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Railfan Technology > Anyone shooting trains with a Sony FDR-AX100?


Date: 12/10/16 01:51
Anyone shooting trains with a Sony FDR-AX100?
Author: Harlock

I'm wondering if you've run into the rolling shutter problem shooting in 4K mode.
I saw one video on YouTube of commuter trains in Japan that was pretty bad, although the shutter speed was cranked way up, exaggerating the effect. It has physical ND filters which could be used to keep the frame sampling rate at 1/60th. It's apparent if you pan to follow a train and then stop when you're perpendicular to it.

I'm debating between the AX100 and the PXW-X70 as the next video camera and so far the X70 is winning if I can cough up the extra dough. They have the same sensor but the higher end camera samples it faster, eliminating the rolling shutter lag effect.


-M

Mike Massee
Tehachapi, CA
Photography, Railroading and more..



Date: 12/10/16 23:28
Re: Anyone shooting trains with a Sony FDR-AX100?
Author: norm1153

Do you shoot video strictly on a tripod?  Since my main interest is traction - streetcars - I began shooting handheld, and have continued ever since.  Things just happen too fast in that area, to have the luxury of time to set up a tripod and compose the shot.  While the AX-100 has a bigger sensor, might I recommend one of Sony's Balance Optical Steadyshot camcorders?  You may already know about those.  They have that feature, which the AX-100 does not.  Here is a video clip I shot that is entirely handheld:

http://www.westcoastspecial.com/SClaraAction.html

I'm no pro; just a professional rookie.  And if you'll notice, even then I hesitated a microsecond or two, deciding whether to pan or not, here and there. And the streetcar scene in San Francisco is far more intense.  That was shot using an FDR-AX53.  If you point one of them directly at you, and look through the protective lens cover, you'll see the lens assembly actually moving in a kind of liquid fashion, to dampen hand movement.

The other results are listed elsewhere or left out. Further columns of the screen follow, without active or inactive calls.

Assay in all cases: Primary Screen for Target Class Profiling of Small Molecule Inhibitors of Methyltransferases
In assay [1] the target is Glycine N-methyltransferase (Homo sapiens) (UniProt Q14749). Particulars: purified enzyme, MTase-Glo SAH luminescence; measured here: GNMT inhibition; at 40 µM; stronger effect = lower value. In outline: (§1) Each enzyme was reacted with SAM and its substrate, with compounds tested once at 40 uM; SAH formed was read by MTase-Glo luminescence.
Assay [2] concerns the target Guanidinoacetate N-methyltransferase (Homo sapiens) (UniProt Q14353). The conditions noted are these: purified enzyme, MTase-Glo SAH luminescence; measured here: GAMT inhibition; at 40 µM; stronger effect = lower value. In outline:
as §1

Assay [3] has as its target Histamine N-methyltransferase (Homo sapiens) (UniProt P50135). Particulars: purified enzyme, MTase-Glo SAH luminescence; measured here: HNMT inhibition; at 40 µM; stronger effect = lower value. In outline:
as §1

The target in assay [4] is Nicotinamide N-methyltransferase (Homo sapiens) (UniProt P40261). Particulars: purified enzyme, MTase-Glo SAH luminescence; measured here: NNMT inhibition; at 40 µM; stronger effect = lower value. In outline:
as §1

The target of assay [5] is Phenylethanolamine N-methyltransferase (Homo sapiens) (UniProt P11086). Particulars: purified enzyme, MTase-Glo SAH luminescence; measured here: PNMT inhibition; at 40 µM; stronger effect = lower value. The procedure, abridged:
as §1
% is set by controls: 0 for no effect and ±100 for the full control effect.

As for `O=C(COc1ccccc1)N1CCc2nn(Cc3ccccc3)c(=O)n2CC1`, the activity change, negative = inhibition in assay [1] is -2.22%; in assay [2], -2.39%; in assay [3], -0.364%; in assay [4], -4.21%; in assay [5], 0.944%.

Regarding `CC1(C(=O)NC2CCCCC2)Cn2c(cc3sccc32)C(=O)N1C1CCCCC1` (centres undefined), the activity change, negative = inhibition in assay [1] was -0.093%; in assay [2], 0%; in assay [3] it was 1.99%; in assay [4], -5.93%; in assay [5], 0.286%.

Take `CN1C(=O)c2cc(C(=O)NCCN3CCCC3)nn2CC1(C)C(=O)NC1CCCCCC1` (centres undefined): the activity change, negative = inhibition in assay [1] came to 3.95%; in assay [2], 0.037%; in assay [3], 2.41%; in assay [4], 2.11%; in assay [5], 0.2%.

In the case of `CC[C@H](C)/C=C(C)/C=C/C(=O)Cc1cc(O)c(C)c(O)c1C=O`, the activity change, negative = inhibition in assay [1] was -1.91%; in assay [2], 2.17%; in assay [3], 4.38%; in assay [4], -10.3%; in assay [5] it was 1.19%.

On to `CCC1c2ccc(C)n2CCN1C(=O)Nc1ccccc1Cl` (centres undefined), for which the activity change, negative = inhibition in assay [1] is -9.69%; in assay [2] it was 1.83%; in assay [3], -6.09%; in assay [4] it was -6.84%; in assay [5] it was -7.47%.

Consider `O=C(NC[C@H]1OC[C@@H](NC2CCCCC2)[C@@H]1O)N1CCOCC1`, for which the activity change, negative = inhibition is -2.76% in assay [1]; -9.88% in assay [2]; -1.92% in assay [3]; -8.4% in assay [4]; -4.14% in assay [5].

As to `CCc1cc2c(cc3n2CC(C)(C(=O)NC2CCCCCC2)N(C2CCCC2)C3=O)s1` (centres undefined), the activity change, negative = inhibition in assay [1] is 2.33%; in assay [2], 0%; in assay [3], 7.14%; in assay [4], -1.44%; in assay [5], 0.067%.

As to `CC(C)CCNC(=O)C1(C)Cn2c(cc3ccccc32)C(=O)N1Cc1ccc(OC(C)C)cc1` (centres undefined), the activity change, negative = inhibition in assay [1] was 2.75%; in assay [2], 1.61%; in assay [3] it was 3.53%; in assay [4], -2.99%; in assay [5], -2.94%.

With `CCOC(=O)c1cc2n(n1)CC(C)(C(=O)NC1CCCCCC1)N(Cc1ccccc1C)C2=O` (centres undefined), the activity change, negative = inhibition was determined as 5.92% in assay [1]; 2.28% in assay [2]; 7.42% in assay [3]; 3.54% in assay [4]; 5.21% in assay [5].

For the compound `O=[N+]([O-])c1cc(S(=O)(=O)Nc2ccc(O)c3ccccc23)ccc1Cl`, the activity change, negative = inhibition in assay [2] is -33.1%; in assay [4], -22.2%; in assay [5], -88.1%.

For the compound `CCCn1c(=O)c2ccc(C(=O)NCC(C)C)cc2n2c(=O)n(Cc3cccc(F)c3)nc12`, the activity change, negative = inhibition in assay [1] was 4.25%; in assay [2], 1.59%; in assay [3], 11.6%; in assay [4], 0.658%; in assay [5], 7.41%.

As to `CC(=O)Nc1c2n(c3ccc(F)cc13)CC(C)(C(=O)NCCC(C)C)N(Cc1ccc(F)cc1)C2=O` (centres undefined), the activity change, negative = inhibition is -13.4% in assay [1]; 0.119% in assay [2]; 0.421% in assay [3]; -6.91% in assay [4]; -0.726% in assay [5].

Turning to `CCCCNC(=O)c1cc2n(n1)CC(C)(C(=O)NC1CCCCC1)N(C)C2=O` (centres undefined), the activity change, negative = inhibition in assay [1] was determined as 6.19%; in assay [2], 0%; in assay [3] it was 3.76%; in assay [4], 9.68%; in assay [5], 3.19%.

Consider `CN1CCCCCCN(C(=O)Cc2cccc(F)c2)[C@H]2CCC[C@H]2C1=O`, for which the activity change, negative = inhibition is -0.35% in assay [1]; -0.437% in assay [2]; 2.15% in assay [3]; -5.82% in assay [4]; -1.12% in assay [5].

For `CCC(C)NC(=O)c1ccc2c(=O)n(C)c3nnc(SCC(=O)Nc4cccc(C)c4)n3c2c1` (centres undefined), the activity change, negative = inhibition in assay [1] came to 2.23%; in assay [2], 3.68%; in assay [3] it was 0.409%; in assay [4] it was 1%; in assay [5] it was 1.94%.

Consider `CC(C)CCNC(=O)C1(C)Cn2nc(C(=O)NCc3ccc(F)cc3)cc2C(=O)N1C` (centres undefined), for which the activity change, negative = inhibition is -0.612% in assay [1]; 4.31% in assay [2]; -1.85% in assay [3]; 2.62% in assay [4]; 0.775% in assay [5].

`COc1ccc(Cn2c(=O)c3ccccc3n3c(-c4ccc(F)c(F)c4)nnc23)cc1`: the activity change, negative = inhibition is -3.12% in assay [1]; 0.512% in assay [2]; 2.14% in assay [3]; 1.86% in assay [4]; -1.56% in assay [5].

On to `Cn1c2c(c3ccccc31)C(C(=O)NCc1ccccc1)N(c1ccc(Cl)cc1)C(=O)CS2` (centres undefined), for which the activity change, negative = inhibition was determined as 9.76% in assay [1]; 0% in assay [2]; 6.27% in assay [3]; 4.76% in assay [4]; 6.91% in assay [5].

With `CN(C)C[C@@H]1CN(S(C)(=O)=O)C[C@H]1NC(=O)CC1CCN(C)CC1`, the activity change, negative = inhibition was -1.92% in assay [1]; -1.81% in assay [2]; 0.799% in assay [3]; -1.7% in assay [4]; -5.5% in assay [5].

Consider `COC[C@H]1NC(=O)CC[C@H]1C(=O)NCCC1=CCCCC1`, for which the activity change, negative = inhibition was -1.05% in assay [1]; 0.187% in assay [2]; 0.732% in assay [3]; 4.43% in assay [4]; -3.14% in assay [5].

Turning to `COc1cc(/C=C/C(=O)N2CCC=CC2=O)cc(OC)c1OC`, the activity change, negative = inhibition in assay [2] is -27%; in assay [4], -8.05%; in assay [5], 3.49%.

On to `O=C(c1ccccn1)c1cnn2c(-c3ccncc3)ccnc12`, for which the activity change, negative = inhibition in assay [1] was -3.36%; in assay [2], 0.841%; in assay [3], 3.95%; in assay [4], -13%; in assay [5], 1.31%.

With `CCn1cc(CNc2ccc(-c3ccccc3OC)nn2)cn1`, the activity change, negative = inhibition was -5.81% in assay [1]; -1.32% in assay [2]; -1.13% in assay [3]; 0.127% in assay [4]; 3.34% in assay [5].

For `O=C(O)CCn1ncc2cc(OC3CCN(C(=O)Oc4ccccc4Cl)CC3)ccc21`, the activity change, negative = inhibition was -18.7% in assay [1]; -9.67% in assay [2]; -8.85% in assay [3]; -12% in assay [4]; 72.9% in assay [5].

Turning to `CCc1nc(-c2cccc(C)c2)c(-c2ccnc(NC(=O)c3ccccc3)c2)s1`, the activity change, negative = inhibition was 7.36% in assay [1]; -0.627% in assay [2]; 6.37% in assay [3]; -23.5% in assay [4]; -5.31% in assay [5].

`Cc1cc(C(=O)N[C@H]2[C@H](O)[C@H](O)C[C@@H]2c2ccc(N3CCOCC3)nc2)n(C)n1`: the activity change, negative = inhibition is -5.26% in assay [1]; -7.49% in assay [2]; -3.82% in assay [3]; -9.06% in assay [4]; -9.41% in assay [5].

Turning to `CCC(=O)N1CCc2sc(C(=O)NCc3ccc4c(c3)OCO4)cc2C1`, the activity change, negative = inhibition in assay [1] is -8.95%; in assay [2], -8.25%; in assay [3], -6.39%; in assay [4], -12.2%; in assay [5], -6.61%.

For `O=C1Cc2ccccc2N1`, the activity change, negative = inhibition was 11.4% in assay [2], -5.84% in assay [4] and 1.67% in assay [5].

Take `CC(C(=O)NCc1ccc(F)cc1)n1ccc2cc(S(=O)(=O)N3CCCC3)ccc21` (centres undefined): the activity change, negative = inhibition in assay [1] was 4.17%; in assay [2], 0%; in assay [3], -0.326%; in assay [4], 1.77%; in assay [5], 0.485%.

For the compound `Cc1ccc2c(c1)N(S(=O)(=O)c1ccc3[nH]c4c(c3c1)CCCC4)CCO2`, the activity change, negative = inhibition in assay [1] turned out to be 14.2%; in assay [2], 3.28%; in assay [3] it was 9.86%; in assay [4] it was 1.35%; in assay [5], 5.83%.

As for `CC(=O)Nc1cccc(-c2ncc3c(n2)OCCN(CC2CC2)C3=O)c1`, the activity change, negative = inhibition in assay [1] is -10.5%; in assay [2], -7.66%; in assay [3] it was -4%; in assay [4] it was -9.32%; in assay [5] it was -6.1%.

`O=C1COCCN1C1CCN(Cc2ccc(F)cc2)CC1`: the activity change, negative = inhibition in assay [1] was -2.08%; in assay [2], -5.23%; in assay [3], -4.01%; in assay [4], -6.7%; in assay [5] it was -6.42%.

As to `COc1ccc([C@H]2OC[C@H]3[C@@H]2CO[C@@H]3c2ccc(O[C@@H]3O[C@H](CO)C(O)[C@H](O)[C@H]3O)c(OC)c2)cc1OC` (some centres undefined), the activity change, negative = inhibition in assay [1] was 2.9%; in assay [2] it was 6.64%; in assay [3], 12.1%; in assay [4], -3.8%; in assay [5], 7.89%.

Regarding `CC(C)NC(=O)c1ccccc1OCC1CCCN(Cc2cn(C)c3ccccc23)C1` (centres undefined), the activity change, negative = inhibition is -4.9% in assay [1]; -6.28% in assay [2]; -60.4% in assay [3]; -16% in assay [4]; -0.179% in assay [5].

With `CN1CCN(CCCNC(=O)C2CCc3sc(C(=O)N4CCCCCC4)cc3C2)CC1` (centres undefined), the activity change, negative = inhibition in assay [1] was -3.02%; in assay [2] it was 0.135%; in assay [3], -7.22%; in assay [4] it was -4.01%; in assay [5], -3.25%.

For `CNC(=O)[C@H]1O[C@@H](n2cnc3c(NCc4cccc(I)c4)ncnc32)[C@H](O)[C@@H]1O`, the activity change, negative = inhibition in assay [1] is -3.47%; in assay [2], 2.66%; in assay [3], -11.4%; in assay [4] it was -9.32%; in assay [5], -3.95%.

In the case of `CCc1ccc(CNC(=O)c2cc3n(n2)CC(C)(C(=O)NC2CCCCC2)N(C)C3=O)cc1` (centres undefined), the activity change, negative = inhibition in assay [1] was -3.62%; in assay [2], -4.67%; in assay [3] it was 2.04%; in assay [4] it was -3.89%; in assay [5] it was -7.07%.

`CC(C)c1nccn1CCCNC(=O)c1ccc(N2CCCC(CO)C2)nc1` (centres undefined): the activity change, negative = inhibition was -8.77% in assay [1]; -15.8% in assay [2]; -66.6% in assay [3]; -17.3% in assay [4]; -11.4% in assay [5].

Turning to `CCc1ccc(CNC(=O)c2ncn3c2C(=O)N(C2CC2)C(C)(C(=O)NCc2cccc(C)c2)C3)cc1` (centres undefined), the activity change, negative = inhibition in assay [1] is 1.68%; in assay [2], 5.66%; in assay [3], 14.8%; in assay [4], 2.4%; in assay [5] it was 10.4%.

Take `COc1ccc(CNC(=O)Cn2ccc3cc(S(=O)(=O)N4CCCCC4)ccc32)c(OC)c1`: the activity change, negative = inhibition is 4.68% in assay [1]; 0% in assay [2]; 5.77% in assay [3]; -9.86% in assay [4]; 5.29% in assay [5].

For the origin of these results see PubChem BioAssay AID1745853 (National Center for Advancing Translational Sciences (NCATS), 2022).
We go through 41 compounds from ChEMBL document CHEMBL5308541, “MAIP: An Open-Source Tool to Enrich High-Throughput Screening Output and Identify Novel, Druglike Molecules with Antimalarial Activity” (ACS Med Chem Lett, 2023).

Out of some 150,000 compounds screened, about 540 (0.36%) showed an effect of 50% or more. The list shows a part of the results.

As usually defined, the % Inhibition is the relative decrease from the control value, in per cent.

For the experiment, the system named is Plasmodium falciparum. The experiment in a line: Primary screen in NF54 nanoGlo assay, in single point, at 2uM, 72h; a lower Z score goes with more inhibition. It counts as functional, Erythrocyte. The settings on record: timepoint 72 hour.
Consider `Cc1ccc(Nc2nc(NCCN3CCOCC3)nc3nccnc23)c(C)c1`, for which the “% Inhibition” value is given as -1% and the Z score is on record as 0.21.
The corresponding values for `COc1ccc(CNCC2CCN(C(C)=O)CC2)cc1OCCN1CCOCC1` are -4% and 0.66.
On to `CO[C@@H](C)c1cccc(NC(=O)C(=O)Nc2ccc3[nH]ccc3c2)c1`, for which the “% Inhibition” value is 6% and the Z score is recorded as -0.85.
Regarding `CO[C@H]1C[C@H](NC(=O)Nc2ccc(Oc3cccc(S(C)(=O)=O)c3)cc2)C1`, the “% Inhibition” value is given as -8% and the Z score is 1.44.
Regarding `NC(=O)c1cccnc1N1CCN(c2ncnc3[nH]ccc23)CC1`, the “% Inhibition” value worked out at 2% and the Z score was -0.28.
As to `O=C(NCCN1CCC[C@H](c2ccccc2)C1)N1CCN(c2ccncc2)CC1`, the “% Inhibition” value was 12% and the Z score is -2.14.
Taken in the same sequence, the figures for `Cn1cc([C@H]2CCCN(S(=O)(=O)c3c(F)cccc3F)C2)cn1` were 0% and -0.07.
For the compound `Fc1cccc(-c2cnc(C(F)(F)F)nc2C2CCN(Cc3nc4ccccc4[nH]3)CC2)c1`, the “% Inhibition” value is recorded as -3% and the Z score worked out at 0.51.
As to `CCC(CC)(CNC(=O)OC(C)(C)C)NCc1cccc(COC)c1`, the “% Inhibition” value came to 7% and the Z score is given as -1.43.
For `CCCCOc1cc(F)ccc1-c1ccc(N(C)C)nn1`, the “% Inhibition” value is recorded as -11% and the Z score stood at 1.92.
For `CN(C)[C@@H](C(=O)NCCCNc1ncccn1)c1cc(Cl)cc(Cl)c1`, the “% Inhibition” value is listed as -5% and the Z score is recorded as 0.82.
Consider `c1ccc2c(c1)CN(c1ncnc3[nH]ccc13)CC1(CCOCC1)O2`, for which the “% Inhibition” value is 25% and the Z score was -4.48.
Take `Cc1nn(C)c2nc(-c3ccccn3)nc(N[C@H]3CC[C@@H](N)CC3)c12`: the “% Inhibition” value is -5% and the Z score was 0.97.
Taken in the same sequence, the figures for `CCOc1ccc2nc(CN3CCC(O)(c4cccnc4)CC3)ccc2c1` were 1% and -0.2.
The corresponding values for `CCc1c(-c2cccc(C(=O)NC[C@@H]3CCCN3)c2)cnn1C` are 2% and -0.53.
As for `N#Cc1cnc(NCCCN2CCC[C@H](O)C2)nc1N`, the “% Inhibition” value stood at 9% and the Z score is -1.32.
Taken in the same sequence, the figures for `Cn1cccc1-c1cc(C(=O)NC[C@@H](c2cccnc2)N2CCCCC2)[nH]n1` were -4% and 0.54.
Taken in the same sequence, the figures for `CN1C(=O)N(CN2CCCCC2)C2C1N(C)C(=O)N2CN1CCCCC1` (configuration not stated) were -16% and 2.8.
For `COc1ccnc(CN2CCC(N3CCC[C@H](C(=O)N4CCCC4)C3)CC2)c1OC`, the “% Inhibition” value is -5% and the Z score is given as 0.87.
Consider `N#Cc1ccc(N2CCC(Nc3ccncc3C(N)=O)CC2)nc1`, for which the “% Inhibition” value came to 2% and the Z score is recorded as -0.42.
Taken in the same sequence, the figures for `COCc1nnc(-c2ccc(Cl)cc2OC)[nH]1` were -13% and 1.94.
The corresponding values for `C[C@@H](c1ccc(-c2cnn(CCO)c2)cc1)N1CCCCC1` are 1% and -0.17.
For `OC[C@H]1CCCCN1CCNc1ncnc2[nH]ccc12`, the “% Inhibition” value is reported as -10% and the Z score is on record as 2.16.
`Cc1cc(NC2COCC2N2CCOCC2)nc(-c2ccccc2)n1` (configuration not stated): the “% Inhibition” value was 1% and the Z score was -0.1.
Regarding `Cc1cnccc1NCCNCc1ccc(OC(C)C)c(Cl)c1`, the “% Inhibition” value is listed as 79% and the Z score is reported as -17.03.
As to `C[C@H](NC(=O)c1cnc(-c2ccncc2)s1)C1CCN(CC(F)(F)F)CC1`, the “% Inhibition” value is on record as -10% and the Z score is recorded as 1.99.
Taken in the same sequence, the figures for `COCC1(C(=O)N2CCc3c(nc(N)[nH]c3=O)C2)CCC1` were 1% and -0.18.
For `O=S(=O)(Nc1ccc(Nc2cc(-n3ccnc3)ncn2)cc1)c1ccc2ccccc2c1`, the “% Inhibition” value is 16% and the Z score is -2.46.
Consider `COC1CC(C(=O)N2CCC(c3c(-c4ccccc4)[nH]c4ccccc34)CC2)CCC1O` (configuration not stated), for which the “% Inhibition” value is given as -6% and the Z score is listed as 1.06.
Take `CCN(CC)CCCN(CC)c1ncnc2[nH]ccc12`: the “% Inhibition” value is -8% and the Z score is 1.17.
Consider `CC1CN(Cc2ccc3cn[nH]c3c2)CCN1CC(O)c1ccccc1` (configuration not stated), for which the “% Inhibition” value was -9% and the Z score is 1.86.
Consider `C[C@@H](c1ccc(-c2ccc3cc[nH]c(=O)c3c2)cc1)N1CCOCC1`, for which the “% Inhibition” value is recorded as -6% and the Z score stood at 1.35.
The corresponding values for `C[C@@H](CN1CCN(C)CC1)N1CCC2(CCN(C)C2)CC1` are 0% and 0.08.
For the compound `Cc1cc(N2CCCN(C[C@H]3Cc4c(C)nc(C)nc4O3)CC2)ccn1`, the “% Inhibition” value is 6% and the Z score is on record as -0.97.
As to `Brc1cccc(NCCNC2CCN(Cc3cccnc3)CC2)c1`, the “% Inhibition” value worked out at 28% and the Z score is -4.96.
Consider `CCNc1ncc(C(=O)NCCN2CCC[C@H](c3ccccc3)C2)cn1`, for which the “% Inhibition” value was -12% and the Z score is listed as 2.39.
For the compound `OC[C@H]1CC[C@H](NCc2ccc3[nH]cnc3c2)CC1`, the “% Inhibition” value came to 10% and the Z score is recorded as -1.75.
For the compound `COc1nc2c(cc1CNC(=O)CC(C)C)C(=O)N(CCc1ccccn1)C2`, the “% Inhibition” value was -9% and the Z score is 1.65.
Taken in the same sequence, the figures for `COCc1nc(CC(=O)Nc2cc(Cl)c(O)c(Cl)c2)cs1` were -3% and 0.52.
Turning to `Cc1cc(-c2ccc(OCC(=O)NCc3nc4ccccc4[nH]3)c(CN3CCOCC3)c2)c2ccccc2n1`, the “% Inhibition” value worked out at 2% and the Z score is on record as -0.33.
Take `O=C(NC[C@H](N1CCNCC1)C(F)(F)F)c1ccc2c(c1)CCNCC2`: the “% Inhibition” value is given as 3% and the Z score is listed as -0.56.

There is one thing I cannot explain.  If you play this video online, and then download it, probably 90% of what visible "juttering" there is, disappears when played locally. 

For the most part, I only use zoom to compose the shot (if there's time), and just pan during the shot itself.  Also, I shot this in 4K, but resized during editing.

Both of those camcorders are getting a little long in tooth along about now, but I have not heard rumors of updated models coming out.

BTW, I love that SGI in the photo on your homepage!  I almost got taken in by Bede, way back when.

One more edit: That whole rolling shutter thing disappears if one can afford a global shutter camcorder, of course. But i'm not that rich!

OK, 7th edit:  I used an ND-8 external filter on the FDR-AX53.



Edited 7 time(s). Last edit at 12/11/16 00:47 by norm1153.



Date: 12/11/16 09:43
Re: Anyone shooting trains with a Sony FDR-AX100?
Author: cchan006

norm1153 Wrote:
-------------------------------------------------------
> One more edit: That whole rolling shutter thing
> disappears if one can afford a global shutter
> camcorder, of course. But i'm not that rich!

I was able to snag a Panasonic handheld with 3 CCD sensors (global shutter) last year for under $100, secondhand, but with batteries still good. I had to do a lot of research ahead of time to determine how many global shutter handheld HD camcorders were in the market at the time.. and there are very few. Good thing the "market forces" (consumers ignorant of sensor technologies) were dumping the Panasonics.

Sony announced a global shutter CMOS sensor two years ago, and Panasonic announced theirs in February this year, and now Canon has one, announced this August. I already have what I need (Panasonic HD with "manageable" rolling shutter, and of course the Panasonic 3 CCD with global shutter that I save for shooting Shinkansens) so I can wait very patiently for the right camcorder with the features and ergonomics I want, thanks to the upcoming competition from different manufacturers.

FYI, some video hosting sites might run a "deshaker" filter when they transcode your video for playback, and that might explain the "jitters" being eliminated from your uploaded videos.



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